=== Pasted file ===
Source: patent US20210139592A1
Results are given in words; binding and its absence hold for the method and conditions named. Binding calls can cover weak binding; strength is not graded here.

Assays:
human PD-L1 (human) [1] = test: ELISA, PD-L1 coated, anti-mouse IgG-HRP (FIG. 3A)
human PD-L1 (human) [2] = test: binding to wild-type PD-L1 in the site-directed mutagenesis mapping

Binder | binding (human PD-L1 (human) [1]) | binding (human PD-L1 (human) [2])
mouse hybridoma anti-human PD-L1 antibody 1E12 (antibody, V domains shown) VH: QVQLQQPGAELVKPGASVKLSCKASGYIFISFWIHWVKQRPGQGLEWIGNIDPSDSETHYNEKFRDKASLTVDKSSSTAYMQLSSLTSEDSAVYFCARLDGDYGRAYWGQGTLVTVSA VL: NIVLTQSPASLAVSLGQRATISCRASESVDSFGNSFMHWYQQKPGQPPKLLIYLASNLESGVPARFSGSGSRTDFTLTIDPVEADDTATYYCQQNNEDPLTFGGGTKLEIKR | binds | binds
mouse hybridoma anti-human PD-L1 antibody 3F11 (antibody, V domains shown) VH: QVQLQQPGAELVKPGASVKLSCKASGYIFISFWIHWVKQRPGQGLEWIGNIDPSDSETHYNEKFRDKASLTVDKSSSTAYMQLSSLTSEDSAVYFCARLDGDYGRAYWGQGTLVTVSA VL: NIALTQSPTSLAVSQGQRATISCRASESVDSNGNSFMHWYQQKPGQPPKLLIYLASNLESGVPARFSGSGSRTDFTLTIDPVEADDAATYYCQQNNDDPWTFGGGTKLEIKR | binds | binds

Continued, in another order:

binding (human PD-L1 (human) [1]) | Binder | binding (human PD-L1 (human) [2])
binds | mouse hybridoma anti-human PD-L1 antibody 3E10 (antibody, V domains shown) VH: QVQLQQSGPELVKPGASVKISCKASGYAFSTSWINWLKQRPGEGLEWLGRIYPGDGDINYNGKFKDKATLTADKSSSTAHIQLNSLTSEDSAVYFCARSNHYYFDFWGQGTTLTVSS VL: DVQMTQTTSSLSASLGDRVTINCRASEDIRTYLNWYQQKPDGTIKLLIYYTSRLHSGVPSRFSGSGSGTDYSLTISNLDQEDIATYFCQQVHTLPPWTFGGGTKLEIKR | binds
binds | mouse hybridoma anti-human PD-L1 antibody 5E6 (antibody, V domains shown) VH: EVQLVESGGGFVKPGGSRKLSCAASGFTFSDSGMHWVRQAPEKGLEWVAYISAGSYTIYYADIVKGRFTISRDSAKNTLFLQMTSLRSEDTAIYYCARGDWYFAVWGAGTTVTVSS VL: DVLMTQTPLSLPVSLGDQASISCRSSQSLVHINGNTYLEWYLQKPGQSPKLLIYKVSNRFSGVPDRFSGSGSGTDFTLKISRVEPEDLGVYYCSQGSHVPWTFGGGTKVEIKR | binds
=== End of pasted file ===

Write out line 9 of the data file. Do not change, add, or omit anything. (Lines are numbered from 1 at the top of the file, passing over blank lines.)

Continued, in another order: